Partnering Cambridge, Newcastle and Warwick on the ‘switch optimisation’ theme, we will be developing ultrahigh voltage silicon carbide (SiC) n-IGBTs. With voltage ratings over 10 kV, nearly 10 times the voltage rating of any SiC device on the open market, SiC insulated-gate bipolar transistors (IGBTs) have the potential to make considerable gains in efficiency for the National grid, e.g. when connecting off-shore wind power to the network.

  
      

Available Research Positions

Please contact me directly for up-to-date opportunities. Exemplary current or recent research topics are shown below.

Successful candidates will be based at the Power Electronics, Machines and Control Group, within the Faculty of Engineering of the University of Nottingham. The group is one of the largest, most well equipped, and most recognised groups in its field worldwide. Depending on how eligibility criteria are met, Home/EU candidates may be entitled to full award (stipend and full fees) and International candidates may be entitled to a partial award (full or partial PhD tuition fees).

The successful candidate is expected to be highly motivated, and to have First or Upper Second-class degree in Electrical, Electronics or Physics.

PhD in Power Electronics with focus on Wide Bandgap Power Semiconductor Device Technologies for High Power Electrified Systems and Application

Wide bandgap power semiconductors, particularly Silicon Carbide (SiC) and Gallium Nitride (GaN) have advanced electrical properties compared to Silicon (Si). When utilised in existing and new power electronic systems, a step improvement in terms of efficiency, power density, operating limits, and functionality can be achieved. For high power applications such as the smart grid, grid-level renewables, full electric ships, drives for electric trains or specialised high-power instruments and electric vehicles, high voltage and hundreds or thousands of amperes need to be handled. For that, SiC and GaN devices offer distinct advantages over Si mainly due to the large bandgap. SiC and GaN can sustain higher electric field, operate at higher temperature, require reduced cooling and the can switch significantly faster. However, many challenges remain unresolved. Designing those devices able to handle the required high current, whilst also supporting high voltage is a difficult task, packaging them with without compromising their operation is challenging whilst their reliability and controllability lack compared to Si.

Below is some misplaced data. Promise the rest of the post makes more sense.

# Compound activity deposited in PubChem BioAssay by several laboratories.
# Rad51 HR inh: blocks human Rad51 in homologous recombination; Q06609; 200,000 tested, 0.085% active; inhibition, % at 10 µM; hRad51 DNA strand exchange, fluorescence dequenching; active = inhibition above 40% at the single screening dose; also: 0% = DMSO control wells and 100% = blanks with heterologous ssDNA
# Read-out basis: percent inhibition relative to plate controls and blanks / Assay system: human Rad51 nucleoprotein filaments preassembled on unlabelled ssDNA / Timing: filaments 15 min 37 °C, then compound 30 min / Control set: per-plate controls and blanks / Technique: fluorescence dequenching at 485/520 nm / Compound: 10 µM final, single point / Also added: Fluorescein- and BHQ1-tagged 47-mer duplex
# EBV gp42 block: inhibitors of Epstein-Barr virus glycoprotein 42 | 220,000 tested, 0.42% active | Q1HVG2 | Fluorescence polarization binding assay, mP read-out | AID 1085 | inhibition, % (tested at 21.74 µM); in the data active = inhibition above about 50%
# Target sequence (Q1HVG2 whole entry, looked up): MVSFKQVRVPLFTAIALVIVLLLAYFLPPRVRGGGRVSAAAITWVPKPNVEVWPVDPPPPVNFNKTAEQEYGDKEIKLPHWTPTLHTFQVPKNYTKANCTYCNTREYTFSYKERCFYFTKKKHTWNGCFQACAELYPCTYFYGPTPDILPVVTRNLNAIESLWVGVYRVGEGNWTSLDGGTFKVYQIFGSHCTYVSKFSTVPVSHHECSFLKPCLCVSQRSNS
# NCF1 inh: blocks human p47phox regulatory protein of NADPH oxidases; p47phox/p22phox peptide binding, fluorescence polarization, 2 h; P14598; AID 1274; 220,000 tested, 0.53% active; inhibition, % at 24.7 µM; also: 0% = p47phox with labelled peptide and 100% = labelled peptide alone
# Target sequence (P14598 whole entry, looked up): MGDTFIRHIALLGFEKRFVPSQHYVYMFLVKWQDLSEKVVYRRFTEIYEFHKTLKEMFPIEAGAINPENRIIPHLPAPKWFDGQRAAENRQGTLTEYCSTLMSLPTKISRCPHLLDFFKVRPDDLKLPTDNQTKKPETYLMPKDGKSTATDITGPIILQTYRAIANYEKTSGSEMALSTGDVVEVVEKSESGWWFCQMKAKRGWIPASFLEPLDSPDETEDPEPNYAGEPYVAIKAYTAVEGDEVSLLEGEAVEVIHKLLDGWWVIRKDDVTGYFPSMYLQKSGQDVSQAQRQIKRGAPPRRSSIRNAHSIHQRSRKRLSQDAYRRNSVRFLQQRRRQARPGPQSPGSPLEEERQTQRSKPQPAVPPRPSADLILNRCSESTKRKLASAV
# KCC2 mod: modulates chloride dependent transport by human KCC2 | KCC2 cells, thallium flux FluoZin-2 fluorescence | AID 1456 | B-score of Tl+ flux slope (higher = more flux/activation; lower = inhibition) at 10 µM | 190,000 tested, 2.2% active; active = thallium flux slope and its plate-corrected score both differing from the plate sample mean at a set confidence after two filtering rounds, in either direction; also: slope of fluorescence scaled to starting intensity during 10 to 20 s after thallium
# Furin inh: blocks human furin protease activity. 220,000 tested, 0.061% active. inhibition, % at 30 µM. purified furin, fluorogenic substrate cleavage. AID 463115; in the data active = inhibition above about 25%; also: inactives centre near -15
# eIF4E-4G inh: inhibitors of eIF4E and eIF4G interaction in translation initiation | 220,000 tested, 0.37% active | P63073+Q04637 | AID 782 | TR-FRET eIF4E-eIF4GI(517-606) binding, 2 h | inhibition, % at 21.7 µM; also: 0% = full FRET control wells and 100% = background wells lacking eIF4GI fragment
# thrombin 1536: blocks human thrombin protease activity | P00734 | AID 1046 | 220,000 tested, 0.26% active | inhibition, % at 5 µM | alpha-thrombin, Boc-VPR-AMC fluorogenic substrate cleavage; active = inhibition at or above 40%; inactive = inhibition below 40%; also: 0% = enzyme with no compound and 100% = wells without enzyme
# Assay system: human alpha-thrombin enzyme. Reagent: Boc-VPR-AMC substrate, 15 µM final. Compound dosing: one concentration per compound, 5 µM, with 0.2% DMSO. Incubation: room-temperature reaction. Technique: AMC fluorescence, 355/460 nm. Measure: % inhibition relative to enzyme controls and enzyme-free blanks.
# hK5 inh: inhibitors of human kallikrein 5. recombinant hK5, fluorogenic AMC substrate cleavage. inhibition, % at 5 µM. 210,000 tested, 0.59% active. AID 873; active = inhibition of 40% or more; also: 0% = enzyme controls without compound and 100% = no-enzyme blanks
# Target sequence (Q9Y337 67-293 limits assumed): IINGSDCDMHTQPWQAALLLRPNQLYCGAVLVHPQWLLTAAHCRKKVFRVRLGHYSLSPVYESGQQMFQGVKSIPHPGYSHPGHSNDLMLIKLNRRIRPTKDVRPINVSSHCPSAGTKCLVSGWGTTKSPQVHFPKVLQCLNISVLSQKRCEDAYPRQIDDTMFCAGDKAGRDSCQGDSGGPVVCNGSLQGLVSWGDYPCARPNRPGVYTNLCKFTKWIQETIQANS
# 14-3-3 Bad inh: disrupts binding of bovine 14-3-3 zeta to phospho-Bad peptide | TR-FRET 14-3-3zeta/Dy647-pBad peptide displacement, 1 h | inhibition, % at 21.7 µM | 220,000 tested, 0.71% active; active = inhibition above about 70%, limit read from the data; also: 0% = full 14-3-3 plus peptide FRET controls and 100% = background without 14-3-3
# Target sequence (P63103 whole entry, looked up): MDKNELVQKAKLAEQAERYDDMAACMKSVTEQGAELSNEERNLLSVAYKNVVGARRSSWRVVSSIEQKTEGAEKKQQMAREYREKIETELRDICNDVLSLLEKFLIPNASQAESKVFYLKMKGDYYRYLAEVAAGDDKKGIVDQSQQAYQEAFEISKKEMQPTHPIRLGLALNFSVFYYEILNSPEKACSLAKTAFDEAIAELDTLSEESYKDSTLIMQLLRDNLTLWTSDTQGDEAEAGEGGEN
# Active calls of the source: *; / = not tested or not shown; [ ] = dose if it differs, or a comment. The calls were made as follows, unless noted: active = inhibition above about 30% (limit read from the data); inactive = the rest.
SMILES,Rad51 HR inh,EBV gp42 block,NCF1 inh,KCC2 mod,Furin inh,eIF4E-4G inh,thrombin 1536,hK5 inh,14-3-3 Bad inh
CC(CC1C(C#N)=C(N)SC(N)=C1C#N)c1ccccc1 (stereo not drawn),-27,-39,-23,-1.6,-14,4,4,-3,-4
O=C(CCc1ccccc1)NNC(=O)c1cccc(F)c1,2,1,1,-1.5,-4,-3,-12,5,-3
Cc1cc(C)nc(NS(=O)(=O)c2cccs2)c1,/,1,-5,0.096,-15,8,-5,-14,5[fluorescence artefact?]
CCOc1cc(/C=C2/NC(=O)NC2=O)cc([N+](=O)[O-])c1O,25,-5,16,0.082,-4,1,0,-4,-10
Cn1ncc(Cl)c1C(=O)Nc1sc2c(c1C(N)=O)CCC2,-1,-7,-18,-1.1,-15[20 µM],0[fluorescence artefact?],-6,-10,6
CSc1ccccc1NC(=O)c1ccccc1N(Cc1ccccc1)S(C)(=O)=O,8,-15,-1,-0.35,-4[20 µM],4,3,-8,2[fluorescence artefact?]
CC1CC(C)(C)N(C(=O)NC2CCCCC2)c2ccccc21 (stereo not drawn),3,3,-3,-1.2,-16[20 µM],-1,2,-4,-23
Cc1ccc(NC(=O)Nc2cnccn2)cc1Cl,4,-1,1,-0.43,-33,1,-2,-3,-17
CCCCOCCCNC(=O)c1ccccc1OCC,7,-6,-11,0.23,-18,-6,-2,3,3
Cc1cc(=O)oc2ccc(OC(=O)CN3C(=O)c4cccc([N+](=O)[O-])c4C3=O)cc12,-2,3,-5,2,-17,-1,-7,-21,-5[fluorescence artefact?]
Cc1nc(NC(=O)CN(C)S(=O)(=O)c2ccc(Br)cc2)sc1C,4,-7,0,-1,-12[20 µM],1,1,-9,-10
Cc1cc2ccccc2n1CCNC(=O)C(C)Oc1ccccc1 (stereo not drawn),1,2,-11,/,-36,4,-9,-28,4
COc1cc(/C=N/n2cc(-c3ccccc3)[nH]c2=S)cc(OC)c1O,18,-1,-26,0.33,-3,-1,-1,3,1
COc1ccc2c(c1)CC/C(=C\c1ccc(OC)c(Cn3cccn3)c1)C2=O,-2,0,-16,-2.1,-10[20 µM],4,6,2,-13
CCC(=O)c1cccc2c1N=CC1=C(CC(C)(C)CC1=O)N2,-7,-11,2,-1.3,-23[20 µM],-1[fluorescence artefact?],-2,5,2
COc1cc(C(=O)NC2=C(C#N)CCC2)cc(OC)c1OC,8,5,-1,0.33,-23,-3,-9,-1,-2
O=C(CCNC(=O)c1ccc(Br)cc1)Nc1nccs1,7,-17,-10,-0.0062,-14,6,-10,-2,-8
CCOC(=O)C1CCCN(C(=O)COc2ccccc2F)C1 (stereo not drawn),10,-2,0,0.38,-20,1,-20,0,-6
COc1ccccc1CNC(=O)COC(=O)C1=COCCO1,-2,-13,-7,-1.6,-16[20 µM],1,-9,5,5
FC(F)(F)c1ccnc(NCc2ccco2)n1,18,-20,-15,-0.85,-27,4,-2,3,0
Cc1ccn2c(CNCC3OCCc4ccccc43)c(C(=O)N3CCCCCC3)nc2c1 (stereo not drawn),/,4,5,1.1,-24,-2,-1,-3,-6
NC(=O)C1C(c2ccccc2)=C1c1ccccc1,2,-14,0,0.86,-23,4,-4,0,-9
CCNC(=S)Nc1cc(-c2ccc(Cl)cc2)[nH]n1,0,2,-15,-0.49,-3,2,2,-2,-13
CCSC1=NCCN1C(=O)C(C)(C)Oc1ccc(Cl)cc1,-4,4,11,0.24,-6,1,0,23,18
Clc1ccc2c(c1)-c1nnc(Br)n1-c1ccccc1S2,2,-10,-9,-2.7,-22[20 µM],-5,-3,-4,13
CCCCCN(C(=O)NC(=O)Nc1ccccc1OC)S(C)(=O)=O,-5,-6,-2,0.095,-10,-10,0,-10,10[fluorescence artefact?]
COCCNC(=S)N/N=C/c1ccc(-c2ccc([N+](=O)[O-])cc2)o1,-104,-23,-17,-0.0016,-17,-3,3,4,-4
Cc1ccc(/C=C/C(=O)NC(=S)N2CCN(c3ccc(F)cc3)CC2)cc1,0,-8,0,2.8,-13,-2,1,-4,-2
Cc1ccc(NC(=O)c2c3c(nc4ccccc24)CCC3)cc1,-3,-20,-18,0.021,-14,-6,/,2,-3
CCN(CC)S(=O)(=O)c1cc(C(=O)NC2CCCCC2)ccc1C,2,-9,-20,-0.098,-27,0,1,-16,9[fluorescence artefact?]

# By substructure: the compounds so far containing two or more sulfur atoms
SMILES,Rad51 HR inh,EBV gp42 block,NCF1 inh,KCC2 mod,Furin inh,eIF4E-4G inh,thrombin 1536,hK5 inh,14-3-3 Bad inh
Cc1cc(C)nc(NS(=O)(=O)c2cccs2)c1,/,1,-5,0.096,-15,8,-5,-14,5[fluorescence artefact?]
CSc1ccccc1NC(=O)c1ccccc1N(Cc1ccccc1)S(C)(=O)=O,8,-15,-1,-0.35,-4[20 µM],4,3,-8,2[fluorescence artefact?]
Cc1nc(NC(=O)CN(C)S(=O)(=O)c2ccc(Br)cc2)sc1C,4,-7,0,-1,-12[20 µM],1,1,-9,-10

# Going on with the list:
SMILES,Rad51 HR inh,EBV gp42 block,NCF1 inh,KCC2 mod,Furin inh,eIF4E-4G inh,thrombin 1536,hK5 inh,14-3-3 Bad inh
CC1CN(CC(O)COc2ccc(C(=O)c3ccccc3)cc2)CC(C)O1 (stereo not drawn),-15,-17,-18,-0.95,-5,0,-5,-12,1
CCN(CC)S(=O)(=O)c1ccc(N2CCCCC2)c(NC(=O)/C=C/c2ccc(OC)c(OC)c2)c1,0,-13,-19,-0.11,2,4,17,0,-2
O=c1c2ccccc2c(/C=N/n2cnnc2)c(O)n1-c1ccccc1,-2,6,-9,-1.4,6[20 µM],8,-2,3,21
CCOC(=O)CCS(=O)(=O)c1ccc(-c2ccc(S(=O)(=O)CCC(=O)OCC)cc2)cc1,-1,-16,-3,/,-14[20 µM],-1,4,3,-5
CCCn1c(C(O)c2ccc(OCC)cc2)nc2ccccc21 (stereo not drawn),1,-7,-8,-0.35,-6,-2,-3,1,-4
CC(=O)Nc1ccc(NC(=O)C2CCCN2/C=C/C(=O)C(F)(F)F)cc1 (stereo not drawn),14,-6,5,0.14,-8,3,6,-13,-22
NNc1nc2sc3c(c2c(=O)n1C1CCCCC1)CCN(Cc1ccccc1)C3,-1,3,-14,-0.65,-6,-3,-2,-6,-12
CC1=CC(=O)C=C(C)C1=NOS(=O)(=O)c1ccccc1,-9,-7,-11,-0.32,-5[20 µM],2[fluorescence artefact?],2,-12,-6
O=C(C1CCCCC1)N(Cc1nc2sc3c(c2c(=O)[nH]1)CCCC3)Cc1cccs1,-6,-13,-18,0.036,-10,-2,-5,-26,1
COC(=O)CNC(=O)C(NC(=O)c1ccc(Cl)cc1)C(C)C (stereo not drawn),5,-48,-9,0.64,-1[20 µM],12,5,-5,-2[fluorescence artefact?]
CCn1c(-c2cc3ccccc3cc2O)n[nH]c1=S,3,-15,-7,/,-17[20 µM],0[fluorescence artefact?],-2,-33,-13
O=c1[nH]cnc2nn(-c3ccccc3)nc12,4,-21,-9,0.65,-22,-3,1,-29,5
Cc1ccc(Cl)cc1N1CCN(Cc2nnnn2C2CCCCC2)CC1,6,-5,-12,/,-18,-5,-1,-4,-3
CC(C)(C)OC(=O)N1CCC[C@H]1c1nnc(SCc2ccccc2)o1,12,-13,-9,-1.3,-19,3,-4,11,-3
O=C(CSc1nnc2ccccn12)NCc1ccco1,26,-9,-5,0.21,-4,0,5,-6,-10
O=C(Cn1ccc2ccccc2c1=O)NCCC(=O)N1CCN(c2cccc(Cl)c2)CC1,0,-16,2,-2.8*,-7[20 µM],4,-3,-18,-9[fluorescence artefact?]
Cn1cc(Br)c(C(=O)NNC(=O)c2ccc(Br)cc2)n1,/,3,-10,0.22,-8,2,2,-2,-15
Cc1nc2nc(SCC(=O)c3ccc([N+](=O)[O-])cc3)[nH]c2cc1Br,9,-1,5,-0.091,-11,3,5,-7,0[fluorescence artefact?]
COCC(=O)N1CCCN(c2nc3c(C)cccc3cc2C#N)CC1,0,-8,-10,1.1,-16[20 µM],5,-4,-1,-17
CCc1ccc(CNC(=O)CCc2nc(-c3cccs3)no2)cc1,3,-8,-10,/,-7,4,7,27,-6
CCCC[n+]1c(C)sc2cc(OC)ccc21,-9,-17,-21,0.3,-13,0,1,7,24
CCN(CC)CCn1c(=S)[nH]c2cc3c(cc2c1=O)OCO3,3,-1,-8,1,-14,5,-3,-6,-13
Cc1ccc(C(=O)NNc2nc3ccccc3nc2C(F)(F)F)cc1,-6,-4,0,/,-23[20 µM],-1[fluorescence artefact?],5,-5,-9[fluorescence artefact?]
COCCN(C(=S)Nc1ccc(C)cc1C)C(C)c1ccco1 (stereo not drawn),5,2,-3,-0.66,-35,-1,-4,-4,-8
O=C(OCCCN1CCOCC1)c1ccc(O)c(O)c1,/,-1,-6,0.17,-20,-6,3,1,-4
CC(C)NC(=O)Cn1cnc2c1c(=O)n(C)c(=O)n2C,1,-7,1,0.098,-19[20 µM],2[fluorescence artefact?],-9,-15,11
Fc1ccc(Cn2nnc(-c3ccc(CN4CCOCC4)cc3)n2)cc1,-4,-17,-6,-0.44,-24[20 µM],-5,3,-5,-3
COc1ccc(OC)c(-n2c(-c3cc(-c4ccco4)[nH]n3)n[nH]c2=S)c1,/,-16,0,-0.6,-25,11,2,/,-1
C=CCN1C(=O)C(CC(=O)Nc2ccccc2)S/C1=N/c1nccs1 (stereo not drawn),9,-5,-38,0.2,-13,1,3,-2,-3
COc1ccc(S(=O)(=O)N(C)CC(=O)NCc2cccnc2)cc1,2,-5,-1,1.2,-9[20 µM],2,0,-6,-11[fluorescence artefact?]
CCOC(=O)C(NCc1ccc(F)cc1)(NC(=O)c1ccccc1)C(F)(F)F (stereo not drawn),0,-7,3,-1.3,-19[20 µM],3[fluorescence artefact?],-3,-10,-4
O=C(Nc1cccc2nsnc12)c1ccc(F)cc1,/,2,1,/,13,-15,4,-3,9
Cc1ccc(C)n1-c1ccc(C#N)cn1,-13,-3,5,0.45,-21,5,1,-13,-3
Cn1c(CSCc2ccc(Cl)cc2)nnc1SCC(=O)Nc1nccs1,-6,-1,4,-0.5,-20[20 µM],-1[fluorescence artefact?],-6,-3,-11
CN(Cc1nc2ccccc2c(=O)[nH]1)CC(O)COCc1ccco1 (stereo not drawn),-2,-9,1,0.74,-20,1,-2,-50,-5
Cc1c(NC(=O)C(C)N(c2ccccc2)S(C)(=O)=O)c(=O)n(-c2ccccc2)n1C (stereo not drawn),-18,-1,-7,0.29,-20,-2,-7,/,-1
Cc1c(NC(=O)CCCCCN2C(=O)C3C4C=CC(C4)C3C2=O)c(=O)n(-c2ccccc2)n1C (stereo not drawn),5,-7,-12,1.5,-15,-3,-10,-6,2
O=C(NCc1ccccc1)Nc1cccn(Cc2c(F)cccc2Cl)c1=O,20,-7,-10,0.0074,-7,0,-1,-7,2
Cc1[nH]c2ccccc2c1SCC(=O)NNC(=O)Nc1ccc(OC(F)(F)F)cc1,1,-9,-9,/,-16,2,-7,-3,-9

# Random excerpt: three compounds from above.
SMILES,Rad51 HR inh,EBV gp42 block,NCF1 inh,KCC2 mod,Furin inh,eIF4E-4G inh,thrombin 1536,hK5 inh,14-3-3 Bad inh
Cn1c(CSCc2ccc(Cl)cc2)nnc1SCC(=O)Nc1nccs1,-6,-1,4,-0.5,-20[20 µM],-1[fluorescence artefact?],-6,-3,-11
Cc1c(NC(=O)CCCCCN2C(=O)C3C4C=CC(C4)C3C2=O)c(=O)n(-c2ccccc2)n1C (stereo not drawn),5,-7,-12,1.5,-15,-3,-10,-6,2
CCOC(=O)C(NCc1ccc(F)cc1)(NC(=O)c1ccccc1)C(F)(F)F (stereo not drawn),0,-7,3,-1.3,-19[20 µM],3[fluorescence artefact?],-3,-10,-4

Applicants are invited to undertake a 3 to 4 years PhD programme to investigate the performance and reliability of high power SiC and GaN device technologies. The aim is to increase our understanding of the performance limits of these wide bandgap power semiconductors, how to design, fabricate, package and test existing and novel device structures which can outperform the state-of-the-art. It will be addressed both theoretically and experimentally.

PhD in Reliable power conversion through condition monitoring of power semiconductors and electronics

Power Electronics Converters are exceptionally important in systems that operate in changeable, isolated, challenging environments or where the degradation of operation can potentially be life threatening. Practical examples of scenarios which would benefit from the integration of Condition Monitoring include; offshore wind turbines, aerospace power supplies, traction drives and electric vehicles.

PhD in Reliable and compact high performance power electronics in electric and hybrid vehicles through power semiconductor engineering

Master in power semiconductor engineering for the development of high performance and reliable power semiconductor devices. The focus of the project will be to design devices that mitigate from issues that cause reliability problems and fully exploit the advanced characteristics of wide band gap semiconductors.